Rather than start this, the third blogpost in our series of articles doing a deep-dive into leaders and leadership, with an exploration of what leaders do, we’re going to start with an even more basic question: what are leaders for?
Here’s why this question matters.
We saw in the last blogpost that trying to pursue a definitive list of leadership attributes (‘what are leaders like?’) seems inevitably set for failure. As an alternative route, many have argued that focusing on what leaders do will bring us the insight we need. Yet at CharacterScope we think that going this route quickly leads to a blind alley.
A glance at the leadership section of an airport bookshop shows us a few textbooks on leadership next to multiple biographies and leaders describing ‘what they did’ and why you should copy them. If you read these, you’ll find that the list of what to do becomes exhausting, long and contradictory. Leaders need to show charisma, to pull people towards themselves; they need to show great self-belief and yet have humility at the same time; they need to be dispassionate yet emotionally intelligent; they need to sustain the strategic overview yet be close to the executional detail, and so on. There are loud, impassioned leaders and quiet, reflective leaders. Bold ones and cautious ones. Leaders with extraordinarily attuned emotional sensitivity, who ring with others’ emotions like a glass, and leaders who are no more able to resonate with another person’s emotions than is a lump of wet clay.
Stepping back, we can see that the leadership literature has been focused for decades on just a few questions: ‘what are leaders like?’ and ‘what do leaders do?’ These are important questions but only become worth answering after we have asked the ‘why’ questions: ‘why do we have leaders? what are leaders for? what happens when there is no leadership? why is leadership a universal of human experience?’ To answer these questions we need to look in a different direction, into ourselves and our psychology rather than into a book.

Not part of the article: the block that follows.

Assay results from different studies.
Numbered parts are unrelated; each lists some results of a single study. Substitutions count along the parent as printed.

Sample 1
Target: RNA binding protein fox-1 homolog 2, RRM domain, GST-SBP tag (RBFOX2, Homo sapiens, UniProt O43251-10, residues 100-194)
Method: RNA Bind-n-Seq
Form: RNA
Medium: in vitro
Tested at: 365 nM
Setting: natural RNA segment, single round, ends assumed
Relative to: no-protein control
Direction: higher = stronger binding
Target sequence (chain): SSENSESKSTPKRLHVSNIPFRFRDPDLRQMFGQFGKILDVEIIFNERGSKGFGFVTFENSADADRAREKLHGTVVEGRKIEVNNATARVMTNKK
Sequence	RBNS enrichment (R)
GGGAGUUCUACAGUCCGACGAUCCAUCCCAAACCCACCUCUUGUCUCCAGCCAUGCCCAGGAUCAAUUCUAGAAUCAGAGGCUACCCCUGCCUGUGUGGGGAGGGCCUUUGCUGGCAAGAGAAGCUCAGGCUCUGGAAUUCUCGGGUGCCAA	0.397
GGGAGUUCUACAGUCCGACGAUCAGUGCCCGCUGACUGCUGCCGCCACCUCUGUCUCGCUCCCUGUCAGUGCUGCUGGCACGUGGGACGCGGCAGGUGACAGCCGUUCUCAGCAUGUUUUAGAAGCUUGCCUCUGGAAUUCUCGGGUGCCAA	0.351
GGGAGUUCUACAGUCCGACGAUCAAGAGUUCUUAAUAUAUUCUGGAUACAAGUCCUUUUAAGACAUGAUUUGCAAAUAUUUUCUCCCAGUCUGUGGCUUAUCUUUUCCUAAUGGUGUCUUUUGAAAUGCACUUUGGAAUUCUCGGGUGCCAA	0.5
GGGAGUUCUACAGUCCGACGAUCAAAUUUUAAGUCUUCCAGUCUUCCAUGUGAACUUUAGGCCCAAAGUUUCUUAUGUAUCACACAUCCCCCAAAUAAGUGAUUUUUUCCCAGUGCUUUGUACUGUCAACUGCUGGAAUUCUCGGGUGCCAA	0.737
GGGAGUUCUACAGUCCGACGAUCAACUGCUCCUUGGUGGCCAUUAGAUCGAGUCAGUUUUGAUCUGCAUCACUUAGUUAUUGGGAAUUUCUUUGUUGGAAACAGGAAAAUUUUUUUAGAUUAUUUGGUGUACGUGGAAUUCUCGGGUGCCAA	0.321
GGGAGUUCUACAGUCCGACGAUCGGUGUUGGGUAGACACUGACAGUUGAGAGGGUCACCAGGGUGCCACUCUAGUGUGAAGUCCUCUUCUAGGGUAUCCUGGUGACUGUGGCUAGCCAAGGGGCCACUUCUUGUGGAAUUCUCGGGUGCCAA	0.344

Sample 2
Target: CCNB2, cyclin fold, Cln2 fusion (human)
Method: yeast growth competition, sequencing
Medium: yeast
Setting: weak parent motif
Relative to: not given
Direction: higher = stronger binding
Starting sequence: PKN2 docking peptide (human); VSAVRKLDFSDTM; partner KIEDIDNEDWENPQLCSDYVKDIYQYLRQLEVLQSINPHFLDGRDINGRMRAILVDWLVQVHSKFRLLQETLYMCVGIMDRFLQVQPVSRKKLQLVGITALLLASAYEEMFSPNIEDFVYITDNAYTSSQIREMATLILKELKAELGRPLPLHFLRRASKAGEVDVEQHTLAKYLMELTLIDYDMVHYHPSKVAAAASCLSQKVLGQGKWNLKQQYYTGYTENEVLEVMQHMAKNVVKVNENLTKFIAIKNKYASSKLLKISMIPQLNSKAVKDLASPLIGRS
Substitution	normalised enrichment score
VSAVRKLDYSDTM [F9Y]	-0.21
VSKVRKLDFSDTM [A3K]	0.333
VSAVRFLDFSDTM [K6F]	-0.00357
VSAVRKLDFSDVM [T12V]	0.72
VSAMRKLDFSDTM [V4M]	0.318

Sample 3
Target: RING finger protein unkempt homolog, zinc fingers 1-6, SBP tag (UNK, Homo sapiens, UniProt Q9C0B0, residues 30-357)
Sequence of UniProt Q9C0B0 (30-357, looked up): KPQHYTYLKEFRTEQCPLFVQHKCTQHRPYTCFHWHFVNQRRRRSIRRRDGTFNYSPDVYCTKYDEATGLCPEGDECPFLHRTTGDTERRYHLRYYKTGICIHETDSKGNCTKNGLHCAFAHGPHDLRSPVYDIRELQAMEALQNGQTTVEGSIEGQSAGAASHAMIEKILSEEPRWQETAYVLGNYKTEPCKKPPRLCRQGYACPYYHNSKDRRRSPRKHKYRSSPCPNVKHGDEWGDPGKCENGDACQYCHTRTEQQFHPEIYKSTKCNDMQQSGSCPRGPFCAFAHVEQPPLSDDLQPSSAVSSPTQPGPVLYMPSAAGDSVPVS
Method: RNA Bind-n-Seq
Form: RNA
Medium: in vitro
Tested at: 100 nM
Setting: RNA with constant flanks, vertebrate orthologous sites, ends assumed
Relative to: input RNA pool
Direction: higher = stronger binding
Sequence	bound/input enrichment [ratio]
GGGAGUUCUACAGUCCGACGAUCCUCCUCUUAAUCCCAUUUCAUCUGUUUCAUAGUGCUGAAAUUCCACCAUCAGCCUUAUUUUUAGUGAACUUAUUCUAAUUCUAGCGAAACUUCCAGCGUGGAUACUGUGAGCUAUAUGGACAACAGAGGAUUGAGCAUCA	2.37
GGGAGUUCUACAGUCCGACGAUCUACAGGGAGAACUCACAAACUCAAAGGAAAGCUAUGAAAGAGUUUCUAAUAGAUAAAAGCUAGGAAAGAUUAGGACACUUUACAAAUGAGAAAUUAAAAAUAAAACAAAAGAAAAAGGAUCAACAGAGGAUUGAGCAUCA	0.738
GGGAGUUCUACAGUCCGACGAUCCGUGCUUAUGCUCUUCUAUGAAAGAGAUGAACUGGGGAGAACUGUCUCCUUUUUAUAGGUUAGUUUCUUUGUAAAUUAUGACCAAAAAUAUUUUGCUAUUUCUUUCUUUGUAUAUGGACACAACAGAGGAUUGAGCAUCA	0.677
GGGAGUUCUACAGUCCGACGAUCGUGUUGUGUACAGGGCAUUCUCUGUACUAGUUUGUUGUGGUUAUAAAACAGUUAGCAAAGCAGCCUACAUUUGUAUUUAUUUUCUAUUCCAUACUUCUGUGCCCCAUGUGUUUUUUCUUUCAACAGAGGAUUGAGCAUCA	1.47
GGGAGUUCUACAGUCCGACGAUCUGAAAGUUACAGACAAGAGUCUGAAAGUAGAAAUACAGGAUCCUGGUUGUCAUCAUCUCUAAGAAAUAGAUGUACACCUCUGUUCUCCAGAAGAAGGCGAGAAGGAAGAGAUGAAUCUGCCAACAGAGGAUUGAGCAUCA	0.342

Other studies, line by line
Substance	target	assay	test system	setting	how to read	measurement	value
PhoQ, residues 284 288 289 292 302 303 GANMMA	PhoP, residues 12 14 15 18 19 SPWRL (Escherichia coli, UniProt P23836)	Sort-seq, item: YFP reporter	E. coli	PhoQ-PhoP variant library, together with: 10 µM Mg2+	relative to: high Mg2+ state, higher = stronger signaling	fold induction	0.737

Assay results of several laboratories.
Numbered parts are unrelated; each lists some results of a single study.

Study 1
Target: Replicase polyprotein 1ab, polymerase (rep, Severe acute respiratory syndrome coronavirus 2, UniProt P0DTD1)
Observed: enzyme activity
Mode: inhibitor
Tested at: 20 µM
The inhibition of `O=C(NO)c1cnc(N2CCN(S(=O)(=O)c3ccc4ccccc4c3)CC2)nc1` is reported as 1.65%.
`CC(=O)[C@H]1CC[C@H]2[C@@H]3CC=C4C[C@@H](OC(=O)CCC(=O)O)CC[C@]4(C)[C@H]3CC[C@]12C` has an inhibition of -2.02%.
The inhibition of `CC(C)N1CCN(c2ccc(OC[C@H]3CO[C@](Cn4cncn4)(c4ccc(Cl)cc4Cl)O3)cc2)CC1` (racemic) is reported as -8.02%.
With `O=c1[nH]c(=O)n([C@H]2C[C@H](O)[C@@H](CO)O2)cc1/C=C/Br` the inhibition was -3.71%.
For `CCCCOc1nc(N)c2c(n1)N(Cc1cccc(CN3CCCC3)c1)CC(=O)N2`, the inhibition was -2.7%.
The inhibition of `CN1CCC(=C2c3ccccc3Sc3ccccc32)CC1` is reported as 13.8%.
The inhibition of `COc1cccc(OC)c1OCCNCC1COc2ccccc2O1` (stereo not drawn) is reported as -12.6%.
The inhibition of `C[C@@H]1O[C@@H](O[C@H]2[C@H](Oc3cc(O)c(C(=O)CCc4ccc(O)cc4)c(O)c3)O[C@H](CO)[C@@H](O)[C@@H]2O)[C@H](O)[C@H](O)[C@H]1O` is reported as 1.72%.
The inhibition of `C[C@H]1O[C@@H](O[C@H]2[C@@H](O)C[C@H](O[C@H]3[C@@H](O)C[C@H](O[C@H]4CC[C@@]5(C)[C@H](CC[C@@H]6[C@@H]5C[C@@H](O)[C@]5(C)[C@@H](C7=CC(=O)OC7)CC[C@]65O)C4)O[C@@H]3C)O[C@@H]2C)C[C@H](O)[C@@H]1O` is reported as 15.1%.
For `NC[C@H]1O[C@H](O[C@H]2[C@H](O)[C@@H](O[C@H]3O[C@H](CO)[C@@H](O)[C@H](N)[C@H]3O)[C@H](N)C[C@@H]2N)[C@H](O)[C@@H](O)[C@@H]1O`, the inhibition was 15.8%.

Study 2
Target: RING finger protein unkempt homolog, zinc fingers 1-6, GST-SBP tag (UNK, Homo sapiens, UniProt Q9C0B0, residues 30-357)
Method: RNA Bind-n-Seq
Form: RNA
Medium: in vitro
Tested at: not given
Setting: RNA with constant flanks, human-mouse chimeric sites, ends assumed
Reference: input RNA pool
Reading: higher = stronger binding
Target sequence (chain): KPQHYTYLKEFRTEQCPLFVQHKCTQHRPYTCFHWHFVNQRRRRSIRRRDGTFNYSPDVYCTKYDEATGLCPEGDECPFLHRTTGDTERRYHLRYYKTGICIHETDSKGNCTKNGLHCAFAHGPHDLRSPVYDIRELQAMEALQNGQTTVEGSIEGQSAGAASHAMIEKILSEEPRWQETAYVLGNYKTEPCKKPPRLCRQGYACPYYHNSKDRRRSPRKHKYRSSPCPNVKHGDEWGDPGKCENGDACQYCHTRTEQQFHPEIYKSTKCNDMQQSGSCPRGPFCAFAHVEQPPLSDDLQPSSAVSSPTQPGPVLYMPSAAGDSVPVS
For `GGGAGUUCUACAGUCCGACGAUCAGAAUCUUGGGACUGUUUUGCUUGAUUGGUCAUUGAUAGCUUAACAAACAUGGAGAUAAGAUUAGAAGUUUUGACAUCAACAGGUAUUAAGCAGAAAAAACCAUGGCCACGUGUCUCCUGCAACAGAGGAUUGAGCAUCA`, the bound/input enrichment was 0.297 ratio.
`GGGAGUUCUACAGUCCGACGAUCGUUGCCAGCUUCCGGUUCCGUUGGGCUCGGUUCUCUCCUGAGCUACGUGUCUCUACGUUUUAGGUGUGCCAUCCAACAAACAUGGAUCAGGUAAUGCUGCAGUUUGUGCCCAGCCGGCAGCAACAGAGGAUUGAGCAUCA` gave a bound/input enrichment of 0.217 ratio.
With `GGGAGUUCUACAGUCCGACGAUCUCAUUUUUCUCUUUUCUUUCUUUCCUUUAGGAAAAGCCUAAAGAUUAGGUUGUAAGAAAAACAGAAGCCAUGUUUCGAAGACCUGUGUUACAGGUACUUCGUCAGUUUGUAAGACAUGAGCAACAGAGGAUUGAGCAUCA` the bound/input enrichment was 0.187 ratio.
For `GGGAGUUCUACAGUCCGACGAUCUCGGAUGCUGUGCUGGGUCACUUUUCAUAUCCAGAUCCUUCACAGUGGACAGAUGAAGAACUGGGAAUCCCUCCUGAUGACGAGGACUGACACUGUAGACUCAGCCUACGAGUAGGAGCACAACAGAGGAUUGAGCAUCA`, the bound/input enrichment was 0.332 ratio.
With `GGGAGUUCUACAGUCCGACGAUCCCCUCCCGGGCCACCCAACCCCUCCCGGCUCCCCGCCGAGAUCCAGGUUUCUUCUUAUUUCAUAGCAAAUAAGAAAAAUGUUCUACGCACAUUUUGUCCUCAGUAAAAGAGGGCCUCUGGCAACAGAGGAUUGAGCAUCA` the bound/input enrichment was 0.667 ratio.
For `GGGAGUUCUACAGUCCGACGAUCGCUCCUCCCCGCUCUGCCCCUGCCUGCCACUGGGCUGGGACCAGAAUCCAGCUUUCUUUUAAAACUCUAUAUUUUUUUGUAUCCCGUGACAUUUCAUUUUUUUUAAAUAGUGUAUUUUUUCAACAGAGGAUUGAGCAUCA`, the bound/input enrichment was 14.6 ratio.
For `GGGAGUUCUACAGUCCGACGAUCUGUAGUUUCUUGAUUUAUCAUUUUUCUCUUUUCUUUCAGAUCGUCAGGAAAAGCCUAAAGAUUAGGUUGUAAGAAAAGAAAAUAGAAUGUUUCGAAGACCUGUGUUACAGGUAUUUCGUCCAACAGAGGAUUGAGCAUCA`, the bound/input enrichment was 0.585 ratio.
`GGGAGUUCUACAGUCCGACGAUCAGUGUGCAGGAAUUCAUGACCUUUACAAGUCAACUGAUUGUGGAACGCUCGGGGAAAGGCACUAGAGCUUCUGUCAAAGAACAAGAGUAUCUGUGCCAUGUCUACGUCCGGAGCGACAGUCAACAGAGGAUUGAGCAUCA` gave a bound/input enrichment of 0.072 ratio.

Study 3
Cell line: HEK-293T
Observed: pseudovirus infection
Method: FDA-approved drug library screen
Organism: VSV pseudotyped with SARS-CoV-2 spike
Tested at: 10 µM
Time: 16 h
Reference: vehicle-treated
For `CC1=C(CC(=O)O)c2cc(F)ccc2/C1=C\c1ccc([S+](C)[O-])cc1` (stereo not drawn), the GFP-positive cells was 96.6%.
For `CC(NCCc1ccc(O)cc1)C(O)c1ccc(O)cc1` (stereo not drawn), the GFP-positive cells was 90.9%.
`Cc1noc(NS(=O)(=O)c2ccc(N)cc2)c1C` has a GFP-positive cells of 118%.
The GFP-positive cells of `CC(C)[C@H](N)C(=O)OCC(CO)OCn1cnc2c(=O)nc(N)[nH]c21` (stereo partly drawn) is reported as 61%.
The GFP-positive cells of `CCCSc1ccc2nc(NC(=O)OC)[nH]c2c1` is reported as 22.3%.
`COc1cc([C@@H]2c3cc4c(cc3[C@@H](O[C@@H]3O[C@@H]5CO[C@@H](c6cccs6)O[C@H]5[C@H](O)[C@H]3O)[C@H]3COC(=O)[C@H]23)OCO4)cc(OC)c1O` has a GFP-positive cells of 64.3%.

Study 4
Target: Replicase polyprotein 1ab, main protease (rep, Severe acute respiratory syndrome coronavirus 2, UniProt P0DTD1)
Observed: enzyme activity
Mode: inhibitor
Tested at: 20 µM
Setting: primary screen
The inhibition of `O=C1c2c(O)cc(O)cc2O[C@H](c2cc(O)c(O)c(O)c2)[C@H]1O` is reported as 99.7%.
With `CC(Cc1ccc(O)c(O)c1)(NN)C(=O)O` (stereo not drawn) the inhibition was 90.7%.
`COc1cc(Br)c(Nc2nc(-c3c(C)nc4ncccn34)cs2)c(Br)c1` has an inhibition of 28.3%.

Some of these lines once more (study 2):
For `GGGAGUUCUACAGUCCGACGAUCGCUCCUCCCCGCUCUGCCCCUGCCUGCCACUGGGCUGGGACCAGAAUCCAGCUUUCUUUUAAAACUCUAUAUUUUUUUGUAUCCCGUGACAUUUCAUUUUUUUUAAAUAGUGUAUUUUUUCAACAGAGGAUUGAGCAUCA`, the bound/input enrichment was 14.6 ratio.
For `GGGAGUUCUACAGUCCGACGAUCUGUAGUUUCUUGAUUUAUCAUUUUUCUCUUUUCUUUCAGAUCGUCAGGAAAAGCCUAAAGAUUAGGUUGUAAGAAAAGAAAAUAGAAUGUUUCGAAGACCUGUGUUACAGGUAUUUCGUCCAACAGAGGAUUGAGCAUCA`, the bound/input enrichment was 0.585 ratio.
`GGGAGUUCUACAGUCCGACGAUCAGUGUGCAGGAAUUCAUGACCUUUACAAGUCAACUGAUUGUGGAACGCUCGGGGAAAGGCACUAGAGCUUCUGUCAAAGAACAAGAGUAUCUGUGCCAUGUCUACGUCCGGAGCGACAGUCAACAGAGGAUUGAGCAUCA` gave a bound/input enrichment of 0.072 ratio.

The psychology of leaderless groups
The simplest way to answer this is to reflect on your own personal experiences of being in a group that lacks a leader or where the person appointed as leader seems unable to lead.
The experience is deeply disorienting, like we are waiting for something, are being busy, trying to be productive, but with an underlying unease that what we are doing is meaningless. We know that somebody needs to take the lead and we know we need to find a shared purpose that the group can form around.
Yet the act of taking the lead on behalf of a group, particularly a group of strangers is stressful. Not least because it immediately raises the question of whether anyone will follow our lead. And what are the consequences if people do not follow? Does it mean that my membership of the group is compromised, that I have lost my voice, my influence? What will people think of me?
When somebody else takes a lead, what do I feel? Do I feel relief that I don’t have to take the lead? Relief mixed with resentment about somebody else putting themselves above me? Do I have an inner certainty that I could do better, combined with frustration with myself that I didn’t take the lead? And when in turn someone who has resisted my lead makes their bid for leadership, will I follow, or will I resist? And what if no-one is allowed by the group to lead?
This intimate connection between leadership and followers, and the emotional undercurrents that swirl around leadership and followership provide important psychological insights. We can use these insights to get to the following key ideas.
Leaders create meaning and purpose and help people connect to it.
Leadership involves creating, or discovering, meaning and purpose and then helping people connect productively to this purpose. Being a part of a group without a purpose is a sure-fire way to feel frustrated and disconnected.
Second, leaders create the conditions for others to show leadership. Or more simply:
Leaders inspire leadership from others
This second theme gives us the key insight that whilst not everyone will become a leader, leadership is for everyone, not just those who have ‘leader’ as their role. This idea, that everyone has a leadership contribution to make, goes right to the heart of the CharacterScope endeavour. We exist to help people and their organisations be more characterful, places where people work productively and flourish personally.
We’ll explore this idea further in later blogposts.
For now, take a moment to reflect on your own world. How clear are you about the purpose of the teams and groups you are a part of or lead? If everyone in the team wrote down their understanding of the team’s purpose would they write the same thing? And would it be equally meaningful and motivational for all? And how good are you and the leaders around you at inspiring leadership from your colleagues.